"I think where we're at right now, we're being able to put some guys out there and see how they perform," Ventura said. "That's part of the situation we put ourselves in, but having these guys up here, putting them around in different spots and seeing how they perform, that's something going into next year."
Left-hander Veal finishing 2013 with a flourish
DETROIT -- After being sent down to the Minor Leagues twice this season, left-handed reliever Donnie Veal has made the most of his latest opportunity with the White Sox.
In Veal's last 17 appearances, he's allowed one run on five hits over 9 1/3 innings while striking out 13. For him, it was just a matter of gaining more confidence on the mound.
"I'm throwing more strikes now. I'm just going straight after hitters, I'm not really worried about giving up hits or anything like that," Veal said. "I think earlier in the year, I was a lot more timid, trying to hit more corners and trying to be too fine with pitches instead of just attacking the zone and going right after them."
Veal struggled at the beginning of the season, giving up seven earned runs on 11 hits in 7 1/3 innings by the end of May. He was then sent down to Triple-A Charlotte for nearly two months to work with pitching coach Richard Dotson.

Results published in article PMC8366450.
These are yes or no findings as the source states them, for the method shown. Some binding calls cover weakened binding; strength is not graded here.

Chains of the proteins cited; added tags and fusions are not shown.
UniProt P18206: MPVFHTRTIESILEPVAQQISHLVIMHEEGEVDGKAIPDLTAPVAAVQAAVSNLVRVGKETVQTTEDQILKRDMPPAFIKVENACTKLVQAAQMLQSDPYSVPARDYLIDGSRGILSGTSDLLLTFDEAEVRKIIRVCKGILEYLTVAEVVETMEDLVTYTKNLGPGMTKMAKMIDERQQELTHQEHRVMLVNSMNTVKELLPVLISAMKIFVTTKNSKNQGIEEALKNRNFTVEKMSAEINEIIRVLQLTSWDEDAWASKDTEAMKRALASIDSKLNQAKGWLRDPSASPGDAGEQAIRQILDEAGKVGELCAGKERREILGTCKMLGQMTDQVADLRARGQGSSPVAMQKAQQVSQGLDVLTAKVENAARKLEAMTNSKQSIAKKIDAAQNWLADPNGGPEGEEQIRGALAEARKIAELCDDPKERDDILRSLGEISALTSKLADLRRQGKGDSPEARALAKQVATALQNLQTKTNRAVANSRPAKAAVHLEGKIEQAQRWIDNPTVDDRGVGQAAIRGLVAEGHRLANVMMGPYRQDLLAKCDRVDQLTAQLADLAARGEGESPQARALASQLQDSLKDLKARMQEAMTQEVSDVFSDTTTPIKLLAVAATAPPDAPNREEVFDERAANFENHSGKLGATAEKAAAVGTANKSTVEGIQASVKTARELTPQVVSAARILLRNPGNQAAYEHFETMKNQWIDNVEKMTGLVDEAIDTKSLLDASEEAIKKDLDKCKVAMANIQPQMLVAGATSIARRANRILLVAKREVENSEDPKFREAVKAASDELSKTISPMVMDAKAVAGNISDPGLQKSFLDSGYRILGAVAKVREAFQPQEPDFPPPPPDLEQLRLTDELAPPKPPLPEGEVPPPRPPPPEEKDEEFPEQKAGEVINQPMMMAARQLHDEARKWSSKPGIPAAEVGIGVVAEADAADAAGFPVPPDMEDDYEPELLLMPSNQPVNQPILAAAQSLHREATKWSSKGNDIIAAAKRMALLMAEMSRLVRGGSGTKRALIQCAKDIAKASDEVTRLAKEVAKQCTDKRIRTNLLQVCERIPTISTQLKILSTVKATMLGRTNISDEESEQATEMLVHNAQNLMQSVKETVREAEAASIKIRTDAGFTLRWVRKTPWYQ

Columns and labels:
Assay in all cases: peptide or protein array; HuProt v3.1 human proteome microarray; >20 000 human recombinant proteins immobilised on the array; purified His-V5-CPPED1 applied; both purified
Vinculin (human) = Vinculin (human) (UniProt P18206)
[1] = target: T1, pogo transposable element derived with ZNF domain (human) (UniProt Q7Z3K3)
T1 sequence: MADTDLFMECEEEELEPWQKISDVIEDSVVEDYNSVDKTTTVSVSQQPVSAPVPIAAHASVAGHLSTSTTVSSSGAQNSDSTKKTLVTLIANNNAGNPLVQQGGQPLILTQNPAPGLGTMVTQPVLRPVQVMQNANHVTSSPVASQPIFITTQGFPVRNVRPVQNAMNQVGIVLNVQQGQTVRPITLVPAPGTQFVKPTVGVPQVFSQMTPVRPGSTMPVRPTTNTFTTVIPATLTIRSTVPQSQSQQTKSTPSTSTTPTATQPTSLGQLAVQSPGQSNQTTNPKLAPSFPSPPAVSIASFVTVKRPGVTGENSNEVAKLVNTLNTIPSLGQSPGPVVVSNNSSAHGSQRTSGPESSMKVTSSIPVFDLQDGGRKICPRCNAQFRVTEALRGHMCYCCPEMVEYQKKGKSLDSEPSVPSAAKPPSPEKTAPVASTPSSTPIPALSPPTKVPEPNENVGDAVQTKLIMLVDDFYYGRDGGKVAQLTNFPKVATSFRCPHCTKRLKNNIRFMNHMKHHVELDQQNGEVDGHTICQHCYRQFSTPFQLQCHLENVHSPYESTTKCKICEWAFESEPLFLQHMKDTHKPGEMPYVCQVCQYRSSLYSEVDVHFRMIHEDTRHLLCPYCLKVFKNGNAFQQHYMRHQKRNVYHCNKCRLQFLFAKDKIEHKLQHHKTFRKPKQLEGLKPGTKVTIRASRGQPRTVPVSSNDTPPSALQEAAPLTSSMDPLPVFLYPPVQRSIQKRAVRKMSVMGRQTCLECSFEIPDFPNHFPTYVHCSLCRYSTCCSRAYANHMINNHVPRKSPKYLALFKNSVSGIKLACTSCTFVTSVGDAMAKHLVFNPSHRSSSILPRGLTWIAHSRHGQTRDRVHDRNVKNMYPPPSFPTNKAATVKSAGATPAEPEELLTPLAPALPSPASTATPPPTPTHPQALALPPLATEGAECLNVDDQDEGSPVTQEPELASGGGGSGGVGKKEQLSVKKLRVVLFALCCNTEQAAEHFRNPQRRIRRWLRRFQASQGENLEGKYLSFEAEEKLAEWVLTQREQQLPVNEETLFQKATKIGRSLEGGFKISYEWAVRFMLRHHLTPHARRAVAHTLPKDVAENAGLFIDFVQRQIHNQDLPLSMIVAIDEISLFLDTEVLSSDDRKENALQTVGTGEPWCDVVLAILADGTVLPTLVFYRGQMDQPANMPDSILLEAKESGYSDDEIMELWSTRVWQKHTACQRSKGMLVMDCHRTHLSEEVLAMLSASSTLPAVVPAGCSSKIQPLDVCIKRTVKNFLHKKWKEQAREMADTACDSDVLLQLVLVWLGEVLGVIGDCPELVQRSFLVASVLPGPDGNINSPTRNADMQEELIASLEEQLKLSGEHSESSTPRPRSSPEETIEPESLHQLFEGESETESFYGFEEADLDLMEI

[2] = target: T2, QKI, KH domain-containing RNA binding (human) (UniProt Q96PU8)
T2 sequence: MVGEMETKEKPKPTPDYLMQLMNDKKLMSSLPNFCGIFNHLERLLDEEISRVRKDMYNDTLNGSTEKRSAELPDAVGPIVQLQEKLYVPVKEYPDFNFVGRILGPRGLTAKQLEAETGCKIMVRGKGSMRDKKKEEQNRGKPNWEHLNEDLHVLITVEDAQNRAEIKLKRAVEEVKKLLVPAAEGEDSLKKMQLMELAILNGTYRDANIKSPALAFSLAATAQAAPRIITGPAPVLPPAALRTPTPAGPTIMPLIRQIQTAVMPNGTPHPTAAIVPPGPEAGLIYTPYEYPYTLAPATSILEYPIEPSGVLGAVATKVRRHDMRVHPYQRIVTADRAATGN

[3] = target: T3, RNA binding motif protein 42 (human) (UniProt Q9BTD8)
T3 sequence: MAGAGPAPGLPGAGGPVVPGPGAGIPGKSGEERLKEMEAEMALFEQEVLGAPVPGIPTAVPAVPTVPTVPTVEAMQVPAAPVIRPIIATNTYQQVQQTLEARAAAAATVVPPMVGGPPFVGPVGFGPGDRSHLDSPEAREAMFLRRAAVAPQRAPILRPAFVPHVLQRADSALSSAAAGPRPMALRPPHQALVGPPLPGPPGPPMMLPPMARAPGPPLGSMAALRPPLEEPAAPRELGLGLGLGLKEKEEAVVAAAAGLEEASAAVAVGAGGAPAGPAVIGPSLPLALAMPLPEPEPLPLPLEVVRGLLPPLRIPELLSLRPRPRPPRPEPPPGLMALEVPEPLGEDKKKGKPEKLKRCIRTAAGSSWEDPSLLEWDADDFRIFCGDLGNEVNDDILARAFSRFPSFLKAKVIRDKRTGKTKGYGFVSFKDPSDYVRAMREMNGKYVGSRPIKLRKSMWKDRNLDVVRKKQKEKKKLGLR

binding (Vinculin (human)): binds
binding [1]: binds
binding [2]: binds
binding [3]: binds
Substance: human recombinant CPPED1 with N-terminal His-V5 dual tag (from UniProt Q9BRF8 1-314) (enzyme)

"I got maybe a little technical with some of my pitches and not going after everything," Veal said. "After I got sent down again, I just worked on that attacking, and the results are results and whatever happens, happens. Up to this point, I can attack and be as aggressive as I need to be with my delivery and my pitches, so that's what I've been doing ever since and it seems to be working."
White Sox acquire left-handed prospect from Rays
DETROIT -- The White Sox acquired left-handed reliever Frank De Los Santos through a trade with the Rays on Saturday for a player to be named or cash.
De Los Santos will be a part of Chicago's 40-man roster, but he will not be added to the active Major League roster for the final week of the season. This move was unrelated to the trade that sent Jesse Crain to Tampa Bay in July.
The 25-year-old Dominican went 1-2 with a 5.34 ERA over 26 appearances this season with Triple-A Durham, striking out 21 in 32 innings. He dominated left-handed hitters, holding them to a .167 batting average in 41 at-bats.
De Los Santos, 6-foot and 165 pounds, didn't start playing baseball until he was 16 years old and was signed by the Rays as a free agent in 2007.
Third to first
• The blister on Andre Rienzo's pitching hand is improving. He had an adhesive bandage around the ring finger on Friday, but didn't need it on Saturday.
• Although Chris Sale has slim odds to win the American League Cy Young Award, his manager says he's a worthy candidate.
"He's as good as anybody in the league," Ventura said. "I'll put him up against anybody. Whether or not he's in that conversation, other people get to vote on that. For me, he's always going to be in the running for that kind of stuff."
Bobby Nightengale is an associate reporter for MLB.com. This story was not subject to the approval of Major League Baseball or its clubs.